Many aspiring entrepreneurs end up stuck in a rut a few days, weeks, or even months after coming up with a business idea. The reason? Not laziness or lack of passion, but something completely opposite - perfectionism.
Waiting for everything to be ironed out before jump-starting your business may seem to be a logical plan. However, this is actually a bad idea because in reality, “everything” will never be ironed out completely and simultaneously.
There will always be aspects of the business that will need improvement - there will always be missing ingredients. Choosing not to begin your business while you don’t see everything in order is a trap that can lead to procrastination and inaction, holding you back and taking off the momentum in your entrepreneurial journey.
In his book Ready, Fire, Aim, multi-million dollar businesses developer Michael Masterson talks about the secret behind getting your business rolling instead of getting stuck. As the title suggests, Masterson advises three steps in setting up and growing a business - getting ready, firing and aiming.
“The Ready, Fire, Aim concept is about velocity, about the profound benefits of moving from an idea into action at the fastest possible speed,” Masterson writes in the book. “But Ready, Fire, Aim doesn’t mean reckless abandon. It doesn’t mean bolting into action before you are ready. It’s Ready, Fire, Aim, not Fire at Will."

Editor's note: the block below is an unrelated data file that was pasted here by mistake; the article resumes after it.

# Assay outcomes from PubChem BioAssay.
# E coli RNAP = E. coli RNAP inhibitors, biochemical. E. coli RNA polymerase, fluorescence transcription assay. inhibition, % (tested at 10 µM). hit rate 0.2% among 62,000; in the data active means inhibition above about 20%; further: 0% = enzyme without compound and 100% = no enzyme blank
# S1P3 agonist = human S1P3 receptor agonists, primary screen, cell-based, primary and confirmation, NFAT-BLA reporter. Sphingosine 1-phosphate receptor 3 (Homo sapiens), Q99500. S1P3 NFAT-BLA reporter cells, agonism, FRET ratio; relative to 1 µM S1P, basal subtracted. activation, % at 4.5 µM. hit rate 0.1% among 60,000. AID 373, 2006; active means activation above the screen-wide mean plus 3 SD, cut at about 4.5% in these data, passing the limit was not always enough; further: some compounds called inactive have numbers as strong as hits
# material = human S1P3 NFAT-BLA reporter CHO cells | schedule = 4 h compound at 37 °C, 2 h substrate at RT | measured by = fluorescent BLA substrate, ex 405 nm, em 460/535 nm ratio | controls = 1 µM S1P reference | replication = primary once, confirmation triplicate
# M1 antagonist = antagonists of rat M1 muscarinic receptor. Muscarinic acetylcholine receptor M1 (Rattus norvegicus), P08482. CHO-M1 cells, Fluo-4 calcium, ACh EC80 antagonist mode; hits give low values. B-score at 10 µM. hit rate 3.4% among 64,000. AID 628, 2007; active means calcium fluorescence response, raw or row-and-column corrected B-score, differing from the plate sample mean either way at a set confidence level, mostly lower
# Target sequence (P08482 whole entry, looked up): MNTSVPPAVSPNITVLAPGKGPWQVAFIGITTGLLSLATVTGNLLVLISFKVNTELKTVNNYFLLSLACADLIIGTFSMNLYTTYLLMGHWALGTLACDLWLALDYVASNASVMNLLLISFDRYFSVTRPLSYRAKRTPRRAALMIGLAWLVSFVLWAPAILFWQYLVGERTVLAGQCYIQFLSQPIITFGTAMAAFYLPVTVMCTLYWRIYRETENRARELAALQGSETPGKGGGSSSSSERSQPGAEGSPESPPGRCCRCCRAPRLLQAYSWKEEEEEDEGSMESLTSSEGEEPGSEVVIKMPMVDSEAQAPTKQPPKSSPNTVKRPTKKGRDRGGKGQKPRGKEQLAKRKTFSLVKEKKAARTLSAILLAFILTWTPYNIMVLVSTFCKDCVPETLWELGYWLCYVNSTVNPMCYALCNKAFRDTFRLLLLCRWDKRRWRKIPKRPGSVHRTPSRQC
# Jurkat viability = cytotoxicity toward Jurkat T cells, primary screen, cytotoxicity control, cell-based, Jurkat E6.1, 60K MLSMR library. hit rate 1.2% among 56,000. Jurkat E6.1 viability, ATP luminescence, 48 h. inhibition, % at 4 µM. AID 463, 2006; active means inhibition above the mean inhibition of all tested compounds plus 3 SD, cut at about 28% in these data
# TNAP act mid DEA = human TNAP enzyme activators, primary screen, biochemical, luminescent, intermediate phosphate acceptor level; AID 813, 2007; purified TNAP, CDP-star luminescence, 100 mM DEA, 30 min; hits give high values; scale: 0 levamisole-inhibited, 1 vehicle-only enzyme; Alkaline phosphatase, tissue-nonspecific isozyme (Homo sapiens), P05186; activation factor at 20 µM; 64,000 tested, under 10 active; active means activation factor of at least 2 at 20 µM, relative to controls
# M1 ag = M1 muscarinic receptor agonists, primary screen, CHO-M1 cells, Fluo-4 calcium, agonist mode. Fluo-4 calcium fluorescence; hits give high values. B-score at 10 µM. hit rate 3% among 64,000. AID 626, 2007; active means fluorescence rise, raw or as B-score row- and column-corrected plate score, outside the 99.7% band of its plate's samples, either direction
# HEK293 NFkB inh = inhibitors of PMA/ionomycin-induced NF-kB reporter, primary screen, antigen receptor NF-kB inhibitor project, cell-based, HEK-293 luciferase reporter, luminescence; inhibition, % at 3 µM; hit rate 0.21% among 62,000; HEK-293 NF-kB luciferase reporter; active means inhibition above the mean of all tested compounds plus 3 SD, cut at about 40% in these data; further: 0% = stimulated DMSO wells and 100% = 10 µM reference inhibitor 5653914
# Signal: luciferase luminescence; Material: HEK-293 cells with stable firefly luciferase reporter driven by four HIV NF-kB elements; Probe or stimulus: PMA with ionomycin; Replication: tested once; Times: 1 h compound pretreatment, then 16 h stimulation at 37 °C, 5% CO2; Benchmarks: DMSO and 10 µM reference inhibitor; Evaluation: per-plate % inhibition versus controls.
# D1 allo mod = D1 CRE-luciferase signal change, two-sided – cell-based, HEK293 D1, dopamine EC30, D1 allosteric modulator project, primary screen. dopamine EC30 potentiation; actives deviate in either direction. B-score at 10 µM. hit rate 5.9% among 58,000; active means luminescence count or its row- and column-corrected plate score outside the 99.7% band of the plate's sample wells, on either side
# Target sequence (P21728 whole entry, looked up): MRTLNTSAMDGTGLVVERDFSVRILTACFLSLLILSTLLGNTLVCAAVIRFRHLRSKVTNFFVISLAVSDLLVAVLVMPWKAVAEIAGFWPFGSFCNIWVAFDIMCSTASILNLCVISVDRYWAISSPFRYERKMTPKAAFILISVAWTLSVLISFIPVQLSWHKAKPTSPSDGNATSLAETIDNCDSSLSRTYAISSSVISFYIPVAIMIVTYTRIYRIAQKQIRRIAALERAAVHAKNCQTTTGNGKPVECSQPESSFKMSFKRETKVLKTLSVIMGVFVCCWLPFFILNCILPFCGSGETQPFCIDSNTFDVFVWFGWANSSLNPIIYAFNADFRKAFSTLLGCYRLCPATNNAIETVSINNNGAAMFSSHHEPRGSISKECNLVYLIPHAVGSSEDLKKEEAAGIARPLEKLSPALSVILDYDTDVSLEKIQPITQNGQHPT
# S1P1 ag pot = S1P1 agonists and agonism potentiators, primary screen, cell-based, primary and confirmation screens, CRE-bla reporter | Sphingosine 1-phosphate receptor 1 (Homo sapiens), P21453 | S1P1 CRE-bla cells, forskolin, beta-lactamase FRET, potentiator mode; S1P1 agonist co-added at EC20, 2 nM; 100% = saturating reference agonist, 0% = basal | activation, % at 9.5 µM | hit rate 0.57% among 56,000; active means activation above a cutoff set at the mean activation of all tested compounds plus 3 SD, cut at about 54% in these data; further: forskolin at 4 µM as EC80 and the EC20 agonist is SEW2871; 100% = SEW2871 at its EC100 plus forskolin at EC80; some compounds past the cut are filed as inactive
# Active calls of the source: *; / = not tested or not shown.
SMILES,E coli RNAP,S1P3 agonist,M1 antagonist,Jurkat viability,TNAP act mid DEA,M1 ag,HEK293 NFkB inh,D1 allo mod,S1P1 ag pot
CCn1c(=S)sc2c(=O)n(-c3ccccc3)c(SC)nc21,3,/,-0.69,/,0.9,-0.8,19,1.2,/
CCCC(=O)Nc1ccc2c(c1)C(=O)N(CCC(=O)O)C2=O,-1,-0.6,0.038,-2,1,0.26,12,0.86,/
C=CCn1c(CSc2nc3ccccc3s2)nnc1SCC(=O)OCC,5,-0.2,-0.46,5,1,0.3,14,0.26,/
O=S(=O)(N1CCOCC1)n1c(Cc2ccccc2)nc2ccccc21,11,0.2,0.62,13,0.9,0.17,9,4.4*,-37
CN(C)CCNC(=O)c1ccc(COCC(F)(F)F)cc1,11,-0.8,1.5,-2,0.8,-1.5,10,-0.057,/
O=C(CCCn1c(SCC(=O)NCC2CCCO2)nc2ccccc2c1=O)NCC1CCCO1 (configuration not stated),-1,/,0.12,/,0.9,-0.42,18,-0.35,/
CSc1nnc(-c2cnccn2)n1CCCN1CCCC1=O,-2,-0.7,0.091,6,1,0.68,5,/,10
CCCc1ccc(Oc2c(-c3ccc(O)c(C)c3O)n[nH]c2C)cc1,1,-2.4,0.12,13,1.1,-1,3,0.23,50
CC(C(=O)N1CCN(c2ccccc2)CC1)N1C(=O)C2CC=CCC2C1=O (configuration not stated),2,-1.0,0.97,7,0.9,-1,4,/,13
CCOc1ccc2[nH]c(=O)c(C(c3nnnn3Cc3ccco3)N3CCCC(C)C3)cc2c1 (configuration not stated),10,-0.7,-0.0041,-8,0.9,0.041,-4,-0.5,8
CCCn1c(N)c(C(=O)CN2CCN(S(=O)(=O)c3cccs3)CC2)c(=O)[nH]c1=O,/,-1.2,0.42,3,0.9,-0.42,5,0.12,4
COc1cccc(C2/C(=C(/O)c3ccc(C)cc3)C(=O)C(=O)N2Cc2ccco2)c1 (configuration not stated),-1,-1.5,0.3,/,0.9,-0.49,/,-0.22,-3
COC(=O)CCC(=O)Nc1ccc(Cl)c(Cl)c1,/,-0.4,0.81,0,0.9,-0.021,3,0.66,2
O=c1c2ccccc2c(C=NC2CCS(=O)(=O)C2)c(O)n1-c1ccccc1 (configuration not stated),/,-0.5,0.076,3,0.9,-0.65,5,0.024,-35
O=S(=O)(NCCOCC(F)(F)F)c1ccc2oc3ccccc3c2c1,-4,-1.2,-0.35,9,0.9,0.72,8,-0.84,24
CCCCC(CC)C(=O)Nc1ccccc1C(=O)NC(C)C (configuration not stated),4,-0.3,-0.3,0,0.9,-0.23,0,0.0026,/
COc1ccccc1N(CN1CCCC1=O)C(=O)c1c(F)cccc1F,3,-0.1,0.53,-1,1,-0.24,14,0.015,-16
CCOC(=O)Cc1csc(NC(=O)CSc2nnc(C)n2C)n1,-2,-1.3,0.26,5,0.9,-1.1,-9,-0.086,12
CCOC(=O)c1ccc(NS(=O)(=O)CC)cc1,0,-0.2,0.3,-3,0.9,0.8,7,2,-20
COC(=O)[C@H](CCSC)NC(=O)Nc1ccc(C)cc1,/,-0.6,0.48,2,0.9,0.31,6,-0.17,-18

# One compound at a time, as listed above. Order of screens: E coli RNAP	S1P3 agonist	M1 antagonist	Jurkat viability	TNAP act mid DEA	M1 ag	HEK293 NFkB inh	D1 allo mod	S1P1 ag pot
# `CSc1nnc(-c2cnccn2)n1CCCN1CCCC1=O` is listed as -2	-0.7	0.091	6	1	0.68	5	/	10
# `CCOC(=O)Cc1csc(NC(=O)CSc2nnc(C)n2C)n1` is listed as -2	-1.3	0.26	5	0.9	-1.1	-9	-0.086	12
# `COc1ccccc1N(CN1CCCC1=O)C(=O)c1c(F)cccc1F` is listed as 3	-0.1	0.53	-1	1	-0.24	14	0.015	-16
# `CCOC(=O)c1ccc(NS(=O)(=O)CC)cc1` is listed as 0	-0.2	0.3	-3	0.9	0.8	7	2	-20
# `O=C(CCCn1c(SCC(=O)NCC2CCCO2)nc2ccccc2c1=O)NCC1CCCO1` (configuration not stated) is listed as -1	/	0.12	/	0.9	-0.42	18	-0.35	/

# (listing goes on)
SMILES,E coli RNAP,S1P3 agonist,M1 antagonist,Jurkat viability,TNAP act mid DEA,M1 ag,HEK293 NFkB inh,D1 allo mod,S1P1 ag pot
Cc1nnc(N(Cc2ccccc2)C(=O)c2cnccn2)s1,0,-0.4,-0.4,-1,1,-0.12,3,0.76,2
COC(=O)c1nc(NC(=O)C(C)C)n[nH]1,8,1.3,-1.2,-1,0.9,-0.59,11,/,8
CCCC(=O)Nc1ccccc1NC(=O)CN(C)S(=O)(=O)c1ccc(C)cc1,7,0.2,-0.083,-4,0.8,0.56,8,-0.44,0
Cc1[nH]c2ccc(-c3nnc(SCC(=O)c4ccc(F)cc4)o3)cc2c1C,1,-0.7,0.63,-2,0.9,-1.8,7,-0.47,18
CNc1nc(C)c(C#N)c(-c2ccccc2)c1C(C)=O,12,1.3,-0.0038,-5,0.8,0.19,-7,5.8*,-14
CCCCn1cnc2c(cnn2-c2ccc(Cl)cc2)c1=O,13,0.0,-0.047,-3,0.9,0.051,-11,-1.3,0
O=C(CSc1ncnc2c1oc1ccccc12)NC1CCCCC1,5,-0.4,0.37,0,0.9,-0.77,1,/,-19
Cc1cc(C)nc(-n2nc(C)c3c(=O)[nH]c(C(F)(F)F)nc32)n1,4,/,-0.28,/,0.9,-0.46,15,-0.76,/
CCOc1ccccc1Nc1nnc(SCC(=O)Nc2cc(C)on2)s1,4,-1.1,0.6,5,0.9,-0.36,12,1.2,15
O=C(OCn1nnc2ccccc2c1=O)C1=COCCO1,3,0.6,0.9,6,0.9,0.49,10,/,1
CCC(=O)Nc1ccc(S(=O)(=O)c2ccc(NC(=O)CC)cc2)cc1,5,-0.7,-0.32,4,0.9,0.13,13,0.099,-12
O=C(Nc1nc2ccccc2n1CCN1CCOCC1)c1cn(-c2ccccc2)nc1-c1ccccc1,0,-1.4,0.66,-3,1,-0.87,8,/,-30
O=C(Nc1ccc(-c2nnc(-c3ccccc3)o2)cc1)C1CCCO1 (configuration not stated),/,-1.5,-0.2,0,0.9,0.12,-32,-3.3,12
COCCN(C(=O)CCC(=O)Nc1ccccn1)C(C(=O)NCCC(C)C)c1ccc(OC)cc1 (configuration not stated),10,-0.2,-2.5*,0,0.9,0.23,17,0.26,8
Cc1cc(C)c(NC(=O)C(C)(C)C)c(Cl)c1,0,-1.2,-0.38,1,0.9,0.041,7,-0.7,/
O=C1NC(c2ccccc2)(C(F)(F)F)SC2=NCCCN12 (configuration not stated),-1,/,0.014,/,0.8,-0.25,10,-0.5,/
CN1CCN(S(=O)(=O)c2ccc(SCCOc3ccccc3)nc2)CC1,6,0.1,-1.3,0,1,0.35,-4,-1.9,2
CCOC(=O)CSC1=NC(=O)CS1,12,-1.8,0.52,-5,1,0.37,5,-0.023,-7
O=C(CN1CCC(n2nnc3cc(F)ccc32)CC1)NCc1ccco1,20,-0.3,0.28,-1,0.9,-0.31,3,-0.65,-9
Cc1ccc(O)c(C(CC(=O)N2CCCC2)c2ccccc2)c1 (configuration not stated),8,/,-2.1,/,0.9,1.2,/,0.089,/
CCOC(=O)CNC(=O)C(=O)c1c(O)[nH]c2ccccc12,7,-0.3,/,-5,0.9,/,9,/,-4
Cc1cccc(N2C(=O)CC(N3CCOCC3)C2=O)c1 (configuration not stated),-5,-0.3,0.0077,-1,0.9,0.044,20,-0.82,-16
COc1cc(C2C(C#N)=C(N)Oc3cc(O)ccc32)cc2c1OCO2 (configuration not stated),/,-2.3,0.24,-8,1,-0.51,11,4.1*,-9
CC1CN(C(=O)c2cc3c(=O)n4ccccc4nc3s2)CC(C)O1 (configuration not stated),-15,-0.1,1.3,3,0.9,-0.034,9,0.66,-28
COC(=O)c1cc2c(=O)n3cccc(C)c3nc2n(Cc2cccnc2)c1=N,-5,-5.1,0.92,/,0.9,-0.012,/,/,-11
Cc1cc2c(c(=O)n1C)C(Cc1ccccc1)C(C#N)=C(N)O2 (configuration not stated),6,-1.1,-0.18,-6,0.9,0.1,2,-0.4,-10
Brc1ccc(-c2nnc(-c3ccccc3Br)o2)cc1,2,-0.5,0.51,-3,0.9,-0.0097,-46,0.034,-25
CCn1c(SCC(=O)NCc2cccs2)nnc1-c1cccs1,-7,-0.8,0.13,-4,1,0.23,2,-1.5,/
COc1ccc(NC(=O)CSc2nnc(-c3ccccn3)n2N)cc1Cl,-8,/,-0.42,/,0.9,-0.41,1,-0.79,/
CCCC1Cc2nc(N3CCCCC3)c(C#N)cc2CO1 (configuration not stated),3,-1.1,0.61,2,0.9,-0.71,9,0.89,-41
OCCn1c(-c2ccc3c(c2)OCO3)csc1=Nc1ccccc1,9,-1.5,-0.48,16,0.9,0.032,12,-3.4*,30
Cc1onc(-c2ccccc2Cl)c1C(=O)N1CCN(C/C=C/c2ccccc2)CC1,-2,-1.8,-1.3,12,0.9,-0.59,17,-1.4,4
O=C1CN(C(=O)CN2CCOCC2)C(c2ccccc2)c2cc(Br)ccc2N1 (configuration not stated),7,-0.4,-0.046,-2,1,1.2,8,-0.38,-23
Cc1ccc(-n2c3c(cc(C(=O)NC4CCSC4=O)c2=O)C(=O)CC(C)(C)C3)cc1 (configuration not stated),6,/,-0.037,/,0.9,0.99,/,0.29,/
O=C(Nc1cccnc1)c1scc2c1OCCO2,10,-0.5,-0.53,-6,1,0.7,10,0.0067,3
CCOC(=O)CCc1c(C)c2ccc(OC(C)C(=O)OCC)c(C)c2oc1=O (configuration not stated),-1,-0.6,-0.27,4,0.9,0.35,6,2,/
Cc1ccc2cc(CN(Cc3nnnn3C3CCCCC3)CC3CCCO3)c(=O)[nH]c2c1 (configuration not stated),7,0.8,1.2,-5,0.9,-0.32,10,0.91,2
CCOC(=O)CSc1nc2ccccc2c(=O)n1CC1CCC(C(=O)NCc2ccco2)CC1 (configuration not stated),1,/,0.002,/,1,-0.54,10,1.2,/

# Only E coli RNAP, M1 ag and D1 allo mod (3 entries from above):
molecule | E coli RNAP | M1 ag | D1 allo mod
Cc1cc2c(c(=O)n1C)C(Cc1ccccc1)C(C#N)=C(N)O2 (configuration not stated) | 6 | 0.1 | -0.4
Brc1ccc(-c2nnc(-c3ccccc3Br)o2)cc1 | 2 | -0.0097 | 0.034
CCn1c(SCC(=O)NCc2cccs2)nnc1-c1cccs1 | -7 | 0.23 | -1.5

Though the get ready phase may seem grueling and taxing for aspiring entrepreneurs, Masterson believes it could be done within 24 hours after coming up with a business idea. How? By answering these seven questions:
- Do I have a good idea?
- Does it feel like it will work?
- Are my sales targets realistic?
- Can I afford to test this idea?
- Do I know the basic tasks that need to be done?
- Do I have the people who can do the tasks?
- Do I have a Plan B, an exit plan, in case my good idea turns out to be a bad one?
Once the seven questions are answered, don’t be stuck in an attempt for perfection. Fire right then and there! Yes, it’s not perfect and there would be points for improvement, but it’s all part of learning. Aim by adjusting as you move forward and progress.
The ready, fire, aim method is a great one to consider if you’re the type of entrepreneur who always starts with a brilliant business idea but never seems to get anything started because of striving for perfection. Remember: it’s not how well you start, but how much you learn that will make your business expand.